Ramadan is now in the process of setting up offices in Bangkok and Geneva, and formalizing a partnership structure with four co-founders. He says he’ll supplement that business by importing art and artifacts to the United States from the far-flung regions he visits. And with no plans to return to a big-company job, he says, “at least one of the two legs will have to sustain me.”

Such thinking makes sense, suggests Kristen Lalla, executive vice president and managing director at Dowd Associates, who says that a year or two’s absence from the corporate world is about the maximum employers like to see. Being on your own longer “automatically raises the questions: Why are you now coming back to the corporate world? What didn’t work?” she says.

No More Unemployment?

While being your own boss allows many freedoms, picking the right business to start can be just as tricky as choosing the right new employer. The best results come from tapping into an unmet demand within a familiar industry, says Babson’s Spinelli. Without expertise or industry contacts, there is “less likelihood of success.”

That’s a lesson Muralidhar learned the hard way before undertaking his latest enterprise. Immediately after leaving iVillage, he made a stab at his dream business: a service that lets sports fans trade options on playoff tickets. The idea quickly failed — in part because of complications involving differing state gambling laws, but also because Muralidhar lacked industry contacts and expertise. “I was a completely unknown quantity to the sports teams, and I probably didn’t do a good job of convincing them that I could pull it off,” he explains.

His current attempt, Mcube, has been an easier sell, he says, largely due to his decision to start the venture with his brother, Arun, an asset-management expert who has written books on the topic. “My brother’s personal contacts have been a big part of getting appointments with potential customers,” the former finance executive says. “And if we just sign up a good part of his Rolodex, that will give us enough revenues to grow for a couple of years.”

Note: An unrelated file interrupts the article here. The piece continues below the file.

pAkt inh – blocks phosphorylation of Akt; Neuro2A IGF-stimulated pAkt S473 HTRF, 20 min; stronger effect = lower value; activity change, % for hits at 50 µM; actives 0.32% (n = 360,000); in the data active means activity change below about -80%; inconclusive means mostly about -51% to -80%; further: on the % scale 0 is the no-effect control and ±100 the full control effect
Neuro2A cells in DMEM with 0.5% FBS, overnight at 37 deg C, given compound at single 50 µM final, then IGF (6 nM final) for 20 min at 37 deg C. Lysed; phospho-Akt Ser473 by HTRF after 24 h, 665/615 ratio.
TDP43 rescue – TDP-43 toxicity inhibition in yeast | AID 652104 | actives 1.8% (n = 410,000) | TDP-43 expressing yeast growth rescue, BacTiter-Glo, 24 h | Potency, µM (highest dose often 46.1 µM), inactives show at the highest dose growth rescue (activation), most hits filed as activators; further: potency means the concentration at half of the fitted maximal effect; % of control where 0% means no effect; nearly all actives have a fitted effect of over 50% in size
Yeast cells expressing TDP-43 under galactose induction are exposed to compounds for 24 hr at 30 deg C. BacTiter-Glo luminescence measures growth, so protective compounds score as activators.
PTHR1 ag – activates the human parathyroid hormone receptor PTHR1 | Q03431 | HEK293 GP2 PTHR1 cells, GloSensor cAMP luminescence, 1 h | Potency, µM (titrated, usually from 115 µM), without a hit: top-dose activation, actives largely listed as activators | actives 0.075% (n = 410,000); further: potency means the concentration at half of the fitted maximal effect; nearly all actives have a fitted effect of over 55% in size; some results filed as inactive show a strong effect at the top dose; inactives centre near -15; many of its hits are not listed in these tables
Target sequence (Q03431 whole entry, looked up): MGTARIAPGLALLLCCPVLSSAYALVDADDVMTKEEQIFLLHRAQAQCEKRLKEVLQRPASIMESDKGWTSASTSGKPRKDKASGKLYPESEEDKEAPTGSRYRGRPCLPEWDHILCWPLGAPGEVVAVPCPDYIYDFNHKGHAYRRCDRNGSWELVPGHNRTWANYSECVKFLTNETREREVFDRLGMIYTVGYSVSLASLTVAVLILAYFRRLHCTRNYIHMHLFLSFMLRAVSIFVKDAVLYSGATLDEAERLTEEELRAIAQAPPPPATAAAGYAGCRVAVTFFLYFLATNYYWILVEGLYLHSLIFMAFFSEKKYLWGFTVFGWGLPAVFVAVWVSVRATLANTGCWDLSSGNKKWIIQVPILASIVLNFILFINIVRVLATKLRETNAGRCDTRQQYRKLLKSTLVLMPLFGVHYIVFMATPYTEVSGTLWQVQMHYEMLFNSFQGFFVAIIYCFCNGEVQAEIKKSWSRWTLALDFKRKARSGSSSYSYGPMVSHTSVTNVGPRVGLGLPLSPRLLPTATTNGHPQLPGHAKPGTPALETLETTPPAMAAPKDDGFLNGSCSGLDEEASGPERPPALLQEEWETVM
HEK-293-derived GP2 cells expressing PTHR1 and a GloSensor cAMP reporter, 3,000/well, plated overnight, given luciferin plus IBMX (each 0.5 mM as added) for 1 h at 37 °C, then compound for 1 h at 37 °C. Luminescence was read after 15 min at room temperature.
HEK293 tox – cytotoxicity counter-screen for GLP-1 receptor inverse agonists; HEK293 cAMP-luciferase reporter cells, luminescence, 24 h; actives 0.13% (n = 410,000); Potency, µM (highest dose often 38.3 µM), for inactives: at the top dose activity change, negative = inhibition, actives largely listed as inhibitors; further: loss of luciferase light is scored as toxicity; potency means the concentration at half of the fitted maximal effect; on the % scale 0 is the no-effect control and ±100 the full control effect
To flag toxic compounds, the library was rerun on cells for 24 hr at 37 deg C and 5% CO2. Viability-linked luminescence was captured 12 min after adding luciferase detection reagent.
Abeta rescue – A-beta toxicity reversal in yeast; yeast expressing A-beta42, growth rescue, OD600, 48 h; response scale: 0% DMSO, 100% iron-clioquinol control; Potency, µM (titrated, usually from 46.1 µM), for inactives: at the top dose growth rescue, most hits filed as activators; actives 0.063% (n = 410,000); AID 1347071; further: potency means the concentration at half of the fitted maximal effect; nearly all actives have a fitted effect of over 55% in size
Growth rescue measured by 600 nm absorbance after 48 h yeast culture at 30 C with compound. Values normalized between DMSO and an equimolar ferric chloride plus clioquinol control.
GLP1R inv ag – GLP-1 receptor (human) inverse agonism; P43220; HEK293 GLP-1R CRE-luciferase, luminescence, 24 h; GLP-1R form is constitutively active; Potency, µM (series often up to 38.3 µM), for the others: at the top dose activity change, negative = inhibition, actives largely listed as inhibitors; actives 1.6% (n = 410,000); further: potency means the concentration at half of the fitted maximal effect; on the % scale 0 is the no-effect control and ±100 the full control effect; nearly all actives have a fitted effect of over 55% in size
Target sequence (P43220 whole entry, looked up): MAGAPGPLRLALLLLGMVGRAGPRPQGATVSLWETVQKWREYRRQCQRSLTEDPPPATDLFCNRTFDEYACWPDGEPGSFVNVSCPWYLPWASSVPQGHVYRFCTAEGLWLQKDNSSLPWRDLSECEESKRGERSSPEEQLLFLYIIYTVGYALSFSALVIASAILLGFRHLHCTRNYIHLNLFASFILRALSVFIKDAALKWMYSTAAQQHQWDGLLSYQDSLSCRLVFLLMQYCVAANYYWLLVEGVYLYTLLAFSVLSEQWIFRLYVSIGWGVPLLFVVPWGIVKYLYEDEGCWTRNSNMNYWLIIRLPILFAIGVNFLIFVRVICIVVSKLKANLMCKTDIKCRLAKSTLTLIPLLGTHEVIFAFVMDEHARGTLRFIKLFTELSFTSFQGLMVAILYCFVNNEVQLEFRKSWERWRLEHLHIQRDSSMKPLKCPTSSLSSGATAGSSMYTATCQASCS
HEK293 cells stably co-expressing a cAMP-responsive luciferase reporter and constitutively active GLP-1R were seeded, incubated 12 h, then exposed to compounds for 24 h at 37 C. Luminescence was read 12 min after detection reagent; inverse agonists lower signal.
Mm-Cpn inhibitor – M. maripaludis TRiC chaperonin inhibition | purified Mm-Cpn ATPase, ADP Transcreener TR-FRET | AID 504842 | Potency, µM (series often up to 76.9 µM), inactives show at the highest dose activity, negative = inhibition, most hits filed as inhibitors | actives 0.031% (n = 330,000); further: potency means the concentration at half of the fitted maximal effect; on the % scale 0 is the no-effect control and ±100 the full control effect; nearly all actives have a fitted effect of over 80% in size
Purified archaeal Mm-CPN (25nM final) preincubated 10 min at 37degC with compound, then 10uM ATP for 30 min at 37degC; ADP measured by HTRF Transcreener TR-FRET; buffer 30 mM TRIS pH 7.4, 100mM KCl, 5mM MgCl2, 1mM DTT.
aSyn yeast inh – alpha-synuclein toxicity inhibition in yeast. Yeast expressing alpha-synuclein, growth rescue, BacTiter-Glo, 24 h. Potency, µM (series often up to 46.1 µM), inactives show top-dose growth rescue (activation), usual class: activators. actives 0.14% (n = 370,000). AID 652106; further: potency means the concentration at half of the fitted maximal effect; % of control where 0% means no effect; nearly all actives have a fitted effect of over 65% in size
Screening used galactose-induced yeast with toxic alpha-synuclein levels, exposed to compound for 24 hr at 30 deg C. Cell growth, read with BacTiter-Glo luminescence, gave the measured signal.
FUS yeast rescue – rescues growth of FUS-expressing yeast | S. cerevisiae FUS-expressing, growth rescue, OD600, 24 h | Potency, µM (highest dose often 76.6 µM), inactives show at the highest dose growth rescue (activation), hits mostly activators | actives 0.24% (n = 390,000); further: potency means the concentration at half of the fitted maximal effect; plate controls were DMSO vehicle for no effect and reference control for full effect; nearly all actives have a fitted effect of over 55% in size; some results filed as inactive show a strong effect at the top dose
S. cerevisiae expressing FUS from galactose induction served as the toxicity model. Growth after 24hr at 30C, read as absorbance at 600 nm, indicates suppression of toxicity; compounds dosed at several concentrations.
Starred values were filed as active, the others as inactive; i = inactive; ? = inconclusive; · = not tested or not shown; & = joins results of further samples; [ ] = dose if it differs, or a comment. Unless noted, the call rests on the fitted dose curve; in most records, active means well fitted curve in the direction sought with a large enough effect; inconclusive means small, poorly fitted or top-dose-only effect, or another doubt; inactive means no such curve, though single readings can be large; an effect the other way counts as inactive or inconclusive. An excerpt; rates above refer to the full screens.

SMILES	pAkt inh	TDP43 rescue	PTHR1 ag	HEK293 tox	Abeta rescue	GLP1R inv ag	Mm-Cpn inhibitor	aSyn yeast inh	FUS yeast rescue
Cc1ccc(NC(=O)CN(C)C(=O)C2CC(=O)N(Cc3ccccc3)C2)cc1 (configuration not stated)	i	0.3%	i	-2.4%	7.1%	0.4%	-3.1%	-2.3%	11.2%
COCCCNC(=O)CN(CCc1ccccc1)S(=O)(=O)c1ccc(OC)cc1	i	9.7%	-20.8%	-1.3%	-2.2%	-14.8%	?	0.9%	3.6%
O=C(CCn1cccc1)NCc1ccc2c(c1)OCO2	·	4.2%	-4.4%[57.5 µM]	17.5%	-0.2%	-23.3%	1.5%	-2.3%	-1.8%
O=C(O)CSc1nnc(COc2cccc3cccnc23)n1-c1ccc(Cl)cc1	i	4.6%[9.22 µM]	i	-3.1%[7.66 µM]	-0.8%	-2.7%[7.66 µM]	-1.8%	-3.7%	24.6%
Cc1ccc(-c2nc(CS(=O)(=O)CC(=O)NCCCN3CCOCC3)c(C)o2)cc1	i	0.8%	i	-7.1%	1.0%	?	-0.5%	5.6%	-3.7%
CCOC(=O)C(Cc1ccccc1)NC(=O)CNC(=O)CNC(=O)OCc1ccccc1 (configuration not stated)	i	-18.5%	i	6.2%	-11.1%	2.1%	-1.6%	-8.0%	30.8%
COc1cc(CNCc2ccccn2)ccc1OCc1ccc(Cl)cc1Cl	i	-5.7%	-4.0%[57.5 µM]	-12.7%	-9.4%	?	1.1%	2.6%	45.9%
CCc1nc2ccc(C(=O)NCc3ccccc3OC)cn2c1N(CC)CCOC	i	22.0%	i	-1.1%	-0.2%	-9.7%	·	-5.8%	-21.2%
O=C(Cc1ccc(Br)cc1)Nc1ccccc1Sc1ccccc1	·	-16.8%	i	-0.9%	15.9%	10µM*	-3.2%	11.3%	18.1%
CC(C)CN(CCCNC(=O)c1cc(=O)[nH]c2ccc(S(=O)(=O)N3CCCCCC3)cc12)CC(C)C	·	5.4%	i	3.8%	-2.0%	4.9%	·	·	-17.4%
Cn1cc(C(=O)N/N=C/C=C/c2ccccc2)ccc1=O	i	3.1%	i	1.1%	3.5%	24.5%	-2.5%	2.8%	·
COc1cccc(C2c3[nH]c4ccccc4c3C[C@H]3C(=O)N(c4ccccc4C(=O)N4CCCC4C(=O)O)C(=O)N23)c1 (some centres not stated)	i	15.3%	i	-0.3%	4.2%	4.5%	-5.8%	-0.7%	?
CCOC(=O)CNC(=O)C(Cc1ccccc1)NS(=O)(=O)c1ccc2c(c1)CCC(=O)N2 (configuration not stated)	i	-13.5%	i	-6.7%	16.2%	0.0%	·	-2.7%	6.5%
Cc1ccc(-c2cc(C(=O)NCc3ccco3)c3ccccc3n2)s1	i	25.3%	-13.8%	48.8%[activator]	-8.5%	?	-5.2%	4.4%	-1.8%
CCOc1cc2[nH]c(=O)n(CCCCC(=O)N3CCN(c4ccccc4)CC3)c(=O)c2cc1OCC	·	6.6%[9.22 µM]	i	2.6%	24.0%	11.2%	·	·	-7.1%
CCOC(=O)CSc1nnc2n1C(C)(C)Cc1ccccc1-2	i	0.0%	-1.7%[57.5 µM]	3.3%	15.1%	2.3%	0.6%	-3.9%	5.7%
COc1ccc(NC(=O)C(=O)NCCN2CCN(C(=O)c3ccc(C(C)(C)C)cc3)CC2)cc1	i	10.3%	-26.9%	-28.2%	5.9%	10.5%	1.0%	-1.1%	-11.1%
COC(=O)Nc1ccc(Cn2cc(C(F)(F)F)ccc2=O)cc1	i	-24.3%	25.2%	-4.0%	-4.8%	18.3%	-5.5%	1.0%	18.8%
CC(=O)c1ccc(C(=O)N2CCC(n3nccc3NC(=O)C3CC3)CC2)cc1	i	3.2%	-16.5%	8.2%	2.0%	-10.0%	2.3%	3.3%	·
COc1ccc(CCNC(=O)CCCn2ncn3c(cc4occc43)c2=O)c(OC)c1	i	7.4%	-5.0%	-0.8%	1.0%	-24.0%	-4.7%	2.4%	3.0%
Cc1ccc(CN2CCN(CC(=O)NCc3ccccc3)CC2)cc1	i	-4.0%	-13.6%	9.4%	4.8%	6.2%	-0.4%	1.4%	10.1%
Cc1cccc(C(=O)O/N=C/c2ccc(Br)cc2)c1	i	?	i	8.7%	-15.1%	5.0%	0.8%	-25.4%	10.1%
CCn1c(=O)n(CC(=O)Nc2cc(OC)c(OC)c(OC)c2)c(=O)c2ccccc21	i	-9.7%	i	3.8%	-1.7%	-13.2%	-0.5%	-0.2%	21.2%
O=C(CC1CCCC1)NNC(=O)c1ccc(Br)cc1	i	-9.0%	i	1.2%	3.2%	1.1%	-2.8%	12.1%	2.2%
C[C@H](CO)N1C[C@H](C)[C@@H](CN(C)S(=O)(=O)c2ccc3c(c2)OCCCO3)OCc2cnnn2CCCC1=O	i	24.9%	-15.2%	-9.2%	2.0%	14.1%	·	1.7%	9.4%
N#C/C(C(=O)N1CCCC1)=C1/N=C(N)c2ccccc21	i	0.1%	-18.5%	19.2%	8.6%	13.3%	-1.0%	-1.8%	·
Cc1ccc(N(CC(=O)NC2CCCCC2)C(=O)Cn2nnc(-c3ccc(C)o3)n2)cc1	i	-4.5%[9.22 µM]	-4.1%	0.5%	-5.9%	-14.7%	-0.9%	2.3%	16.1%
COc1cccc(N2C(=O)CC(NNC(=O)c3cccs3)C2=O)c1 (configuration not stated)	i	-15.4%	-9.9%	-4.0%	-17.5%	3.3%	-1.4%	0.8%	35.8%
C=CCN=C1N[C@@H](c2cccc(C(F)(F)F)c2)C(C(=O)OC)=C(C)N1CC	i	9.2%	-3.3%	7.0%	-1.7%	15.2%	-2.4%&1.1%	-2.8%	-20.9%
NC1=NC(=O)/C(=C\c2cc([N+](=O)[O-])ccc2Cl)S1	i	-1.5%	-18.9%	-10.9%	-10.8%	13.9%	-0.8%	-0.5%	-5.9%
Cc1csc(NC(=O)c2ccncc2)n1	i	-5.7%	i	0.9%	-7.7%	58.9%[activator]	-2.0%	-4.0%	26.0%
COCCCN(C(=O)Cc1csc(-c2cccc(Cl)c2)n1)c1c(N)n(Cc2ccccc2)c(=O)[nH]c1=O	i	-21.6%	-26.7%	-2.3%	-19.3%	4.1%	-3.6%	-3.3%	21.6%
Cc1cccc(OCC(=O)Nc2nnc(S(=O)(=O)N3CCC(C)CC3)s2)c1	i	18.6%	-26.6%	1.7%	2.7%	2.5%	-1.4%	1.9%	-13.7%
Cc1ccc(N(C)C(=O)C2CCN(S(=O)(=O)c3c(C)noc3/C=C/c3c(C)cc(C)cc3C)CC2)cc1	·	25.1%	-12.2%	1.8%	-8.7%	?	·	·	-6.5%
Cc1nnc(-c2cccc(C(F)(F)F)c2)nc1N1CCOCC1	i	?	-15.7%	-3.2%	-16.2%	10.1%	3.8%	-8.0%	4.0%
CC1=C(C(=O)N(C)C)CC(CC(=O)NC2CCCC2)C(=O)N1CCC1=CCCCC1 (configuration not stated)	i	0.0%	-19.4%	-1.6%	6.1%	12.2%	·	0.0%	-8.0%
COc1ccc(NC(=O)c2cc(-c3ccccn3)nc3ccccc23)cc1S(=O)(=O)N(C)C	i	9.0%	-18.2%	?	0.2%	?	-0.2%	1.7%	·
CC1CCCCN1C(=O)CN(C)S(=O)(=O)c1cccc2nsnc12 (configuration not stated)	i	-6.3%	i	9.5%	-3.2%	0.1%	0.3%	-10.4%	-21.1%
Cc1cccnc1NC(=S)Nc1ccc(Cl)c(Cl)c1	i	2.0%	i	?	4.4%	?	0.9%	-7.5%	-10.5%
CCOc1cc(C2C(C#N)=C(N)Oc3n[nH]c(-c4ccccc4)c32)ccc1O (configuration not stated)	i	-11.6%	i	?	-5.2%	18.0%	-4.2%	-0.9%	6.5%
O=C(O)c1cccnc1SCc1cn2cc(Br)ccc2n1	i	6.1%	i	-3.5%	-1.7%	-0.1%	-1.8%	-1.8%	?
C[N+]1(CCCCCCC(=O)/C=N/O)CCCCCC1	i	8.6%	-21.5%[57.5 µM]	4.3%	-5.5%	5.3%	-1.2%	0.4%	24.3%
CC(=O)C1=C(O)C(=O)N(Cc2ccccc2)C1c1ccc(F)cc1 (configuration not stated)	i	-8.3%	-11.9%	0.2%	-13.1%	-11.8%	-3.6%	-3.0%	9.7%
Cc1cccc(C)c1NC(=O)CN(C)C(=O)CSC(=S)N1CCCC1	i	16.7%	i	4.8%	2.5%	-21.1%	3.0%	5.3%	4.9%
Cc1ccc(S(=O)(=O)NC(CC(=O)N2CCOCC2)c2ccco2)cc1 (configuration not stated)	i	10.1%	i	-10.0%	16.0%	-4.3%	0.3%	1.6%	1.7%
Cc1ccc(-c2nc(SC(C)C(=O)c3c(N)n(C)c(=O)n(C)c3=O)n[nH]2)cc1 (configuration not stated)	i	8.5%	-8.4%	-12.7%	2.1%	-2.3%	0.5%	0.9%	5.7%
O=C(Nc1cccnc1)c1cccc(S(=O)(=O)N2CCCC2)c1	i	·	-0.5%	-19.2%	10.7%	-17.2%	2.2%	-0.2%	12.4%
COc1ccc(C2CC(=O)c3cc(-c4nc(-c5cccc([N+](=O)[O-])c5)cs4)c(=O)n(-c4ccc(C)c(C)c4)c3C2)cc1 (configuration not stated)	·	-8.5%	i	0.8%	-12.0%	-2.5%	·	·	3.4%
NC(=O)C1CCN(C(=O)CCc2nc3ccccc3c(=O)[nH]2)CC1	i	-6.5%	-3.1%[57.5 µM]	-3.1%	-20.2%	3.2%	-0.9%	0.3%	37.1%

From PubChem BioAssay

So is starting a venture the right move for you? Spinelli, who advises 50 to 100 would-be entrepreneurs a year, says a first test might be to ask how much you worry about money. “If you find you can’t get your mind away from the resource requirements, even before you start the opportunity, it might be a sign that it’s not right for you,” he says. “The entrepreneurial mind is one that focuses first on opportunity.”

Then, vet your idea with as many experts as possible. “That helps build the opportunity,” says Spinelli, and while people may not immediately cotton to a new idea, “if you bring it to a half-dozen industry experts who you’re trying to recruit and they all say, ‘No thank you,’ that might tell you something.” Finally, be ready to pull the plug after a year if you’re not hitting the milestones you’ve set. “The closer to a year you get, the closer to a job you should be,” Spinelli says.

As for Steve Peterson, with one customer having installed SentryTrack’s product in the company’s first month, and more bids expected, he is glimpsing what he hopes will be both professional and personal happiness. “If we are able to develop this business and create success,” he says, “it is our hope that we won’t have to worry about unemployment again.”

How to Succeed in Business…By Really Trying

  • Make sure you’re familiar with the industry and territories you’re entering — or find partners who are.
  • Get your family on board with the idea; it will affect them, too.
  • Assume that you will spend more time at work, and that results will take twice as long as you expect.
  • Learn to love selling.
  • Be ready to pull the plug if you haven’t made any progress after a year.